Brian McFadden is right, pretending your ex doesn’t exist is the only way to move on
Published 26/07/2016 | 13:40
I’ve always been suspicious of those who have the ability to forge friendships with someone they loved.
To toddle off to a fortnightly brunch with the person whose heart you broke or to want to catch up with the one who shattered yours into a million pieces is baffling to me.
I’ve witnessed my friends lie to themselves, swearing blindly that they’ve successfully managed to transform what was once romantic into a valuable friendship and I’ve seen these transformed relationships come crashing down after a few months, usually upon hearing the news that an ex has moved on.
They've managed to find something more worthy than what they once had.
It’s long been my belief that attempting to forge a friendship with someone you loved is like continuously picking at a scab, prolonging the pain by refusing to acknowledge that what you had together is broken, cracked and over for a reason.
Earlier this week, former Westlifer Brian McFadden admitted to ITV’s Loose Women panel that he is no longer in contact with his ex-wife Vogue Williams, whom he split with in 2015. McFadden questioned why anyone would want to be friends with an ex and said he coped with the aftermath of a break up by pretending his former lovers don’t exist.
"I can switch straight off away," he dished to the ladies, who quizzed him on his relationship with Williams.
"Instead of mourning somebody, I train my head to imagine they don't exist. Simple things like unfollowing them on social media, getting rid of all pictures, anything that would remind me of them and just carry on with life."
While I never thought I’d recommend that the general public follow the relationship advice of Brian McFadden, I certainly think his attitude is much healthier than those who continuously expose themselves to fresh pain and fool themselves into believing that the love that was there can be reshaped and re-purposed for genuine friendship.
Those who are sceptical of McFadden’s advice, or are preparing to call me bitter in the comments, need only look at the scientific evidence that suggests that hanging onto an ex is bad for your health.
A recent study carried out in Oakland University in the US found that people who stay friends with an ex are more likely to display cunning, manipulative and narcissistic traits.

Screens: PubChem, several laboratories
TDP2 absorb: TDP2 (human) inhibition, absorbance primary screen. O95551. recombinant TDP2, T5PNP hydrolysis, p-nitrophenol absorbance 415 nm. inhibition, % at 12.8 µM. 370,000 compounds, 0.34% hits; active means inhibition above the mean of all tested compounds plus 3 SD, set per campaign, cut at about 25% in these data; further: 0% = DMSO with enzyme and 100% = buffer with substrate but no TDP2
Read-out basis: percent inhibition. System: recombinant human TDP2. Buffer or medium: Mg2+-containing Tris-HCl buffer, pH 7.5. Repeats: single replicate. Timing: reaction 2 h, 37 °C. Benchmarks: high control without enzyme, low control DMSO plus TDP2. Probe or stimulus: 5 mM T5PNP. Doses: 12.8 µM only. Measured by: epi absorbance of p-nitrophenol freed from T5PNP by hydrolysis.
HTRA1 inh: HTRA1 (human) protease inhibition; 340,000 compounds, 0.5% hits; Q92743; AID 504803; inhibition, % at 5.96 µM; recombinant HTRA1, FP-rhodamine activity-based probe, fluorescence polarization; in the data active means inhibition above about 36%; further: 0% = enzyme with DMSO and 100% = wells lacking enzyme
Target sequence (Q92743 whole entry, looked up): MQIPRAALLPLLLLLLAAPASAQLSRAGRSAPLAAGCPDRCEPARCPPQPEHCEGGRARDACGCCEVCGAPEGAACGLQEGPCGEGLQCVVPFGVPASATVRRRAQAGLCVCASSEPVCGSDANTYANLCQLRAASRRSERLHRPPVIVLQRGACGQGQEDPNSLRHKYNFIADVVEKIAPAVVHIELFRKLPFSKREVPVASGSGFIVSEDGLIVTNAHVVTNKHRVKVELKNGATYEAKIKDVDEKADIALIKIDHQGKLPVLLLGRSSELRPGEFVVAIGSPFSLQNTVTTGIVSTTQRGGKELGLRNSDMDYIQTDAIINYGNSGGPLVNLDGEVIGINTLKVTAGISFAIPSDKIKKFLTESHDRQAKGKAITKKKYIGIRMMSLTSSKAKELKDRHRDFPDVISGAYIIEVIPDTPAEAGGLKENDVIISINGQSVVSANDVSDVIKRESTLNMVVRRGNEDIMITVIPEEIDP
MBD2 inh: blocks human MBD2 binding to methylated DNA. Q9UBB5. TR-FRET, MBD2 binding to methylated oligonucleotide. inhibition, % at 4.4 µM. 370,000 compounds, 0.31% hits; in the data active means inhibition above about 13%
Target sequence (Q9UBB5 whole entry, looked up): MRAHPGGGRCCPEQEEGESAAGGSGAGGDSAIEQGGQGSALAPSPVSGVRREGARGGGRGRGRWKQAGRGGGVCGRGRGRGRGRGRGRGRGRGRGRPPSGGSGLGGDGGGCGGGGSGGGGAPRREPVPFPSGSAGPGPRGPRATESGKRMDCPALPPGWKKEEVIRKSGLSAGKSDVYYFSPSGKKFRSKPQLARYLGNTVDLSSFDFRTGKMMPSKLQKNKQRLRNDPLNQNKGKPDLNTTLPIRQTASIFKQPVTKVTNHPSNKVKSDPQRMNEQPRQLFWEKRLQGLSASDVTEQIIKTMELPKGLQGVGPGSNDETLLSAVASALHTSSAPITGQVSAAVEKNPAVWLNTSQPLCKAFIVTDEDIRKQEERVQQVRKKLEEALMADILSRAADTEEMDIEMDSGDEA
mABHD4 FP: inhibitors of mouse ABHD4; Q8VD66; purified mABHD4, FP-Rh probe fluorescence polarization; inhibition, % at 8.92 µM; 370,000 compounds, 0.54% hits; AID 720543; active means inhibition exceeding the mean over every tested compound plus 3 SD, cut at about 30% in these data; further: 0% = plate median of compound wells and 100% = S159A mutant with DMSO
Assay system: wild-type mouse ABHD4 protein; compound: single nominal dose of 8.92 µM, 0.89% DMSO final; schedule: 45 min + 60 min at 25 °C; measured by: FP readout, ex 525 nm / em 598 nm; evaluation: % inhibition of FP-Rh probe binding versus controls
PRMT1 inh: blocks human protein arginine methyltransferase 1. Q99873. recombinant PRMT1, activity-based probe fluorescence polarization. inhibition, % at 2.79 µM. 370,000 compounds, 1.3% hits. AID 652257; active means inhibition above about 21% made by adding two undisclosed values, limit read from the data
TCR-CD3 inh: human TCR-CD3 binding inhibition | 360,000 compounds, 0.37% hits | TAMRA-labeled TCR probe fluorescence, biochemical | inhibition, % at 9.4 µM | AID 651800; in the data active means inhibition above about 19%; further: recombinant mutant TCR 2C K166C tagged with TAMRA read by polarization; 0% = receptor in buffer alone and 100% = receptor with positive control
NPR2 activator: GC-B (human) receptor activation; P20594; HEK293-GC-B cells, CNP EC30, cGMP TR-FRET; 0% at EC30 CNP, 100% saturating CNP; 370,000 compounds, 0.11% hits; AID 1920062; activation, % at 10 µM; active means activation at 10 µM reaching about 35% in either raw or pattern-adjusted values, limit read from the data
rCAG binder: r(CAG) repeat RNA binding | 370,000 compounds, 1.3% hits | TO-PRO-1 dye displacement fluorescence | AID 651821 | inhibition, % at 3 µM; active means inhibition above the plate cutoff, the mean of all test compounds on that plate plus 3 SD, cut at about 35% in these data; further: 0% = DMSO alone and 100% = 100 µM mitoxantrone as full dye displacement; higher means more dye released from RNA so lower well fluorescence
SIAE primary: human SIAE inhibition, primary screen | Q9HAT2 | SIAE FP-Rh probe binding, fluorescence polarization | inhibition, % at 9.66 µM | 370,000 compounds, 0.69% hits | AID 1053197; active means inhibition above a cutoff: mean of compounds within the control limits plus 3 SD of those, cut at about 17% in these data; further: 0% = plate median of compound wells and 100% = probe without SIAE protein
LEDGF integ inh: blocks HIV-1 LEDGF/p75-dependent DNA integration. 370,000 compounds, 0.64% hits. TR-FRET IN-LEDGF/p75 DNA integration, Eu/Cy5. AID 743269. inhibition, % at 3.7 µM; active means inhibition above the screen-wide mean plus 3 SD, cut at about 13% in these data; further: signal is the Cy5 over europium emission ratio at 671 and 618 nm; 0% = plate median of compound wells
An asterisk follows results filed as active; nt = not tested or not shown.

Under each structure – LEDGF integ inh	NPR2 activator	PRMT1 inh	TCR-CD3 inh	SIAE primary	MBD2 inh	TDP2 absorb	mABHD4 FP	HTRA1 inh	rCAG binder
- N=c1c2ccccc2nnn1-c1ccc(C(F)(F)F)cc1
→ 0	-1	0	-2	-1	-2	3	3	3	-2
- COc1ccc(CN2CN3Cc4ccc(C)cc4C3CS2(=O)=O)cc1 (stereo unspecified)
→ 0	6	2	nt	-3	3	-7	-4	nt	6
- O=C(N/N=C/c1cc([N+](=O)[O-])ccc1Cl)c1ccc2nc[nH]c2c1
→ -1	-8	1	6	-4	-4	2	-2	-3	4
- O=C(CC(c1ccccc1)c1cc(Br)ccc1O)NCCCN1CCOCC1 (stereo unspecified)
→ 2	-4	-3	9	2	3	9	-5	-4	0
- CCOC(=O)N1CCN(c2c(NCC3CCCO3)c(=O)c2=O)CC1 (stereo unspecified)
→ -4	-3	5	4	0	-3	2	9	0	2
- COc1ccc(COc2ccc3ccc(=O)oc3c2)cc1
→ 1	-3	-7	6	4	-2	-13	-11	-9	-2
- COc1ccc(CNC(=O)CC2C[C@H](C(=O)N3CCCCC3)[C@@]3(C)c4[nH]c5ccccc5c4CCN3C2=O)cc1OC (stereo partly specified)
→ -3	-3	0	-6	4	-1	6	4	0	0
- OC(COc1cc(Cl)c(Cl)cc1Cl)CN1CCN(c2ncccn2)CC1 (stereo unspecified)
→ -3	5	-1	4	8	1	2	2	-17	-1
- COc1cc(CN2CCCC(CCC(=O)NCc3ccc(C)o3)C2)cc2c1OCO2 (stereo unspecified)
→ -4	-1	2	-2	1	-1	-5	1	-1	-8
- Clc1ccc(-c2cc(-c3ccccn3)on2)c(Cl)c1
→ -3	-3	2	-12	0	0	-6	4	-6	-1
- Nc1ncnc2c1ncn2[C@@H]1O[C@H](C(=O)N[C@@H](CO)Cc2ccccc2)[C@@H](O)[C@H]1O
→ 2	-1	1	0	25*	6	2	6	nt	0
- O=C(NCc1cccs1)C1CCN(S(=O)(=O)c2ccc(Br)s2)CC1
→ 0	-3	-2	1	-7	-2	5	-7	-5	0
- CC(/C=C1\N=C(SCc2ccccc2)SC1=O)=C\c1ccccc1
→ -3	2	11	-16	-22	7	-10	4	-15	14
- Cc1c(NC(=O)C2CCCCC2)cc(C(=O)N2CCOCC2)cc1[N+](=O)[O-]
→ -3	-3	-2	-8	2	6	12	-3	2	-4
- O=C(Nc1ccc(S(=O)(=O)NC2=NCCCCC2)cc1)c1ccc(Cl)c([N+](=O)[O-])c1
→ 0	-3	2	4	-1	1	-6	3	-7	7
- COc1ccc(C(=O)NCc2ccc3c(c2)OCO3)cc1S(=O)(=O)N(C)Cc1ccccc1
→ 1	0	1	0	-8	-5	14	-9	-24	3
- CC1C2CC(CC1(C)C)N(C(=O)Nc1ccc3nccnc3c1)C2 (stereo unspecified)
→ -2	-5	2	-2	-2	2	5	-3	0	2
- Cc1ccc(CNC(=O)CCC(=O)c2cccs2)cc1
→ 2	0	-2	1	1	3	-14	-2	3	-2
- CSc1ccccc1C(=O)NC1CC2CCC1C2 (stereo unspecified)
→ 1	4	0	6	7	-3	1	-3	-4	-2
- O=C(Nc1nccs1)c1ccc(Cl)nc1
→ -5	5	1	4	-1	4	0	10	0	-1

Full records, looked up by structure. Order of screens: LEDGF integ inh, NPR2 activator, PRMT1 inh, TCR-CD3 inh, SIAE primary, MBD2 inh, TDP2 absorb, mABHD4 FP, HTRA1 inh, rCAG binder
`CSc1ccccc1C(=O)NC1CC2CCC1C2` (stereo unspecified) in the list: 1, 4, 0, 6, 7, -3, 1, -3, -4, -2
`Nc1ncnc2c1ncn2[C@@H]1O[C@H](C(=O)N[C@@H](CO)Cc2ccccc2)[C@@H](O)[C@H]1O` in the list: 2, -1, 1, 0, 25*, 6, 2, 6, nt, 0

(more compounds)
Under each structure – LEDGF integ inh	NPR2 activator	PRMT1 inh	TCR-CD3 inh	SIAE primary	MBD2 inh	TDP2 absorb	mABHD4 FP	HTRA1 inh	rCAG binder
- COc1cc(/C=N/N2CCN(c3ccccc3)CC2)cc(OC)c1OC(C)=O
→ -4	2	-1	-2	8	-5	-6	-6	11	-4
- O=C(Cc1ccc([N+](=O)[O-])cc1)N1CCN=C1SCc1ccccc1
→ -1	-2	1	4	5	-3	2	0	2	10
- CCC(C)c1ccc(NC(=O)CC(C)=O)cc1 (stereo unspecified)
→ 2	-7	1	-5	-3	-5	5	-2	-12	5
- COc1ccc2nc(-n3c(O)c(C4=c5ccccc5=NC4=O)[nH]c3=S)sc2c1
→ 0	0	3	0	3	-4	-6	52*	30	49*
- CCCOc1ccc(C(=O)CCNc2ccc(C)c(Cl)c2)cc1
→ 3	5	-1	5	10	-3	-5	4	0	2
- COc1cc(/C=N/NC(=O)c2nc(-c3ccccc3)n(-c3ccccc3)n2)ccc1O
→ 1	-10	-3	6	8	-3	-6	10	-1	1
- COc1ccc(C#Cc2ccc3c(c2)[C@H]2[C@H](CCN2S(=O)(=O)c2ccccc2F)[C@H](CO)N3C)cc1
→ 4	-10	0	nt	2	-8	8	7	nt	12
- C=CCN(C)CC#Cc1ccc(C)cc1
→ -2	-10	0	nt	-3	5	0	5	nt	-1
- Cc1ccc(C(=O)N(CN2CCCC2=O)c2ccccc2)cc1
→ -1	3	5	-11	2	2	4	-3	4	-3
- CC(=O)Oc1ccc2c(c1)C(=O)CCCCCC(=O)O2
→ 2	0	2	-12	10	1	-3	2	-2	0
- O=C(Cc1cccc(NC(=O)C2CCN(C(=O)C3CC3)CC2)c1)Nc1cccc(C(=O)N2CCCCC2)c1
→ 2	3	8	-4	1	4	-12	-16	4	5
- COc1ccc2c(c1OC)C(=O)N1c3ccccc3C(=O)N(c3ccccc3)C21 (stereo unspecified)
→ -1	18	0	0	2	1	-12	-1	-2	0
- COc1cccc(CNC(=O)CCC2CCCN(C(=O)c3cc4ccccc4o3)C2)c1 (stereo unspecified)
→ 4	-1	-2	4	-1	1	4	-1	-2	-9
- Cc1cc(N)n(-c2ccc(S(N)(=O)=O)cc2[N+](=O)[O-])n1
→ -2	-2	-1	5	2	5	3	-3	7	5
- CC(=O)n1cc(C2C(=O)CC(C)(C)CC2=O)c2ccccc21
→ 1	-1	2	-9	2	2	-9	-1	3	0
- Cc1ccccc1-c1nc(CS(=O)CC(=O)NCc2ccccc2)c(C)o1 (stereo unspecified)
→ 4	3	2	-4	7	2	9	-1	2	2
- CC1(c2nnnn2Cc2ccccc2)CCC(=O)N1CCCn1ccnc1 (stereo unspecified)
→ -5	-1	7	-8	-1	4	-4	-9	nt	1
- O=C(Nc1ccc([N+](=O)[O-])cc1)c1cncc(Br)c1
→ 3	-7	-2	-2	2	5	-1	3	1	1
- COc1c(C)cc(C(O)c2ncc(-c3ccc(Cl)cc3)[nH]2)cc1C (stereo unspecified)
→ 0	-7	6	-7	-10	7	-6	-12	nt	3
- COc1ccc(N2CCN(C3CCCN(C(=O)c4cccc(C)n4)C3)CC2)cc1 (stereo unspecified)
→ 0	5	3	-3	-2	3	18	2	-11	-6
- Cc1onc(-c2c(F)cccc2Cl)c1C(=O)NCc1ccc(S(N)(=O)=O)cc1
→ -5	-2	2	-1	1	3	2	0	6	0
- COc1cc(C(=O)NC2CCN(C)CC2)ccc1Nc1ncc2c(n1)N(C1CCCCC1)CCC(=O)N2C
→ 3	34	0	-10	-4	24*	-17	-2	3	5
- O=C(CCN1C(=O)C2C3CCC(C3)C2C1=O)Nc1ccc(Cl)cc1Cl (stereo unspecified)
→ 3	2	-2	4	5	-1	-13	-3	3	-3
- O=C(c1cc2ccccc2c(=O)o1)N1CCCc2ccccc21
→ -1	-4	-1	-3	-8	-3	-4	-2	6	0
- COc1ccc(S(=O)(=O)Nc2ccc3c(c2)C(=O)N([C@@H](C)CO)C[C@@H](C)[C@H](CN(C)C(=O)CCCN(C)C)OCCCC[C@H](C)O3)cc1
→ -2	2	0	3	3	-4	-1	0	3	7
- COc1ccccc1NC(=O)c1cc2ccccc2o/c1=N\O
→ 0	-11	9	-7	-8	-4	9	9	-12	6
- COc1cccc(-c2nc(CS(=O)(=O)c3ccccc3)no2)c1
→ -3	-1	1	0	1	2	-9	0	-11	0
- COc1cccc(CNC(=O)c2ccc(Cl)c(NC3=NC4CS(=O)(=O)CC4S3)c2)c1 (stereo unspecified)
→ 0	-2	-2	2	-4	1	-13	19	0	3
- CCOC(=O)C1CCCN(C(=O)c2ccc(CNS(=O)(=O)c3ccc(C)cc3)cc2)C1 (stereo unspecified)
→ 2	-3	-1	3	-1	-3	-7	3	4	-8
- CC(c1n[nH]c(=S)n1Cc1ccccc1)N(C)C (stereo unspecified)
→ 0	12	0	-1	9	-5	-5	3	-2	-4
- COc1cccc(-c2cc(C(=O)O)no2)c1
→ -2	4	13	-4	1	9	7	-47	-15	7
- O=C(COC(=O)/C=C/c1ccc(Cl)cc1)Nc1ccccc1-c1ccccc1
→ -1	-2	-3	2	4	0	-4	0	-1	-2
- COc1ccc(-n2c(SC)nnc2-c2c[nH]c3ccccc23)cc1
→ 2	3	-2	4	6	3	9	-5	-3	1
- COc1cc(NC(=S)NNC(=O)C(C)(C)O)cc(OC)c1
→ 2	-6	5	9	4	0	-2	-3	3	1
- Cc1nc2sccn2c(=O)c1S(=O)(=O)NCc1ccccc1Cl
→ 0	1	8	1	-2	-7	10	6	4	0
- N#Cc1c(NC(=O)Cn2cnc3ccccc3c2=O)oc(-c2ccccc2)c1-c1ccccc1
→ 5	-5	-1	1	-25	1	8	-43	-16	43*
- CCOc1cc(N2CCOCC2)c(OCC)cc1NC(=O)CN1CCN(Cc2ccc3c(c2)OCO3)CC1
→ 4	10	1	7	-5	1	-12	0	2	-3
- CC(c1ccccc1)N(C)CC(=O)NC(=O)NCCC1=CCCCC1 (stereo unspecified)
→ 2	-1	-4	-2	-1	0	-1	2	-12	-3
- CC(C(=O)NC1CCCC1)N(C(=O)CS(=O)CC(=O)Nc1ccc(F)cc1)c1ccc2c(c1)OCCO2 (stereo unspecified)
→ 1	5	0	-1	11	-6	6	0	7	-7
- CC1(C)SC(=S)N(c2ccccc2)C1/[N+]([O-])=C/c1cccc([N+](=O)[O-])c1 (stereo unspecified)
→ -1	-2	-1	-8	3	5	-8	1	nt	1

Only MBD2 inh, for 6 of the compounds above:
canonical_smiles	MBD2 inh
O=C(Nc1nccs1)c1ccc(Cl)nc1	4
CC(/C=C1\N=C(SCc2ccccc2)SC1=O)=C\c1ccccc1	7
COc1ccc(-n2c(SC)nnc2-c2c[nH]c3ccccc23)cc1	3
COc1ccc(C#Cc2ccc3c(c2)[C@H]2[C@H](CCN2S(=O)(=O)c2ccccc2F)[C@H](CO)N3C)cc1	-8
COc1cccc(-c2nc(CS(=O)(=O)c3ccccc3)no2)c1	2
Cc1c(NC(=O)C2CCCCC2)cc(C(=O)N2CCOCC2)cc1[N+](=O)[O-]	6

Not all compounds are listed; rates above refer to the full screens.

Another, carried out in the same institution by psychologist Tara Marshall, found that playing happy families and keeping in touch with your ex on social media has a negative impact on your mental health and inhibits one’s ability to draw a line beneath a relationship.
It also puts a ceiling on their own personal value and growth, she said.
I have been at the brunt of a heart wrenching break-up where the grief was all-consuming. I know how tempting it is, when your heart is bruised and loneliness is overwhelming, to send that text, to suggest that we might meet up and be able to “stay friends”. To want to keep something alive even if you have both agreed that is it broken.
However, even in the depths of my sadness, I knew that doing so was unhealthy and I was protecting myself. I couldn't possibly bear feeling worse than I already did.
Cutting clean ties from that relationship afforded me time to focus on other aspects of my life. I met up with friends that I had ashamedly let slip to the wayside and after a few weeks, I realised that it was possible to enjoy myself on my own, to go out and actually have fun, to kiss new boys and be excited about seeing them again - something I didn't think was possible in the midst of grief.
I focused on my career and approached my work with new gusto, I took to the gym to fill up my evenings and was delighted to find my jeans had become looser. Even though I wanted to sometimes, I never once sent that text and looking back on that I'm thrilled that I upheld my self respect.
I’m glad I protected my shattered ego because I feel proud that I never gave that person the satisfaction that I was sad or desperate enough to cling onto something they had so easily moved on from, to beg for a drink and pretend we were friends who cared about one another when that wasn't the case.
I have also had relationships that have ended amicably and on my terms with a shared agreement that it wasn’t working out. After a few weeks of Facebook creeping (mutual I’m sure), it was healthy to cut ties. I realised that looking at an edited snapshot of the life of my ex did not have a purpose. It was, as the research suggests, stopping me from drawing that necessary line and moving on.
I have never asked any of my exes to be my friend, to go for a pint, to talk about our new loves and reminisce about the good old days because it’s unhealthy and weird.
Author Greg Behrendt, a friend of Oprah who penned modern heartbreak bible It’s Called a Break-Up Because It’s Broken makes the point that the end of a relationship is tough enough without trying to create a faux friendship.
He writes: "So many of us find ourselves saying, 'he was so great' but the people who got on the Titanic thought they were going on vacation. Things changed and it’s important to remember that they did."
Why would you want to be friends with someone who gave you enough reason to break-up with them? Or waste time on someone who treated you like you were disposable?
As tempting as it can be to convince yourself otherwise, an ex isn’t worthy of your tears, your time or your friendship. Take Brian’s advice and find someone better to go to brunch with.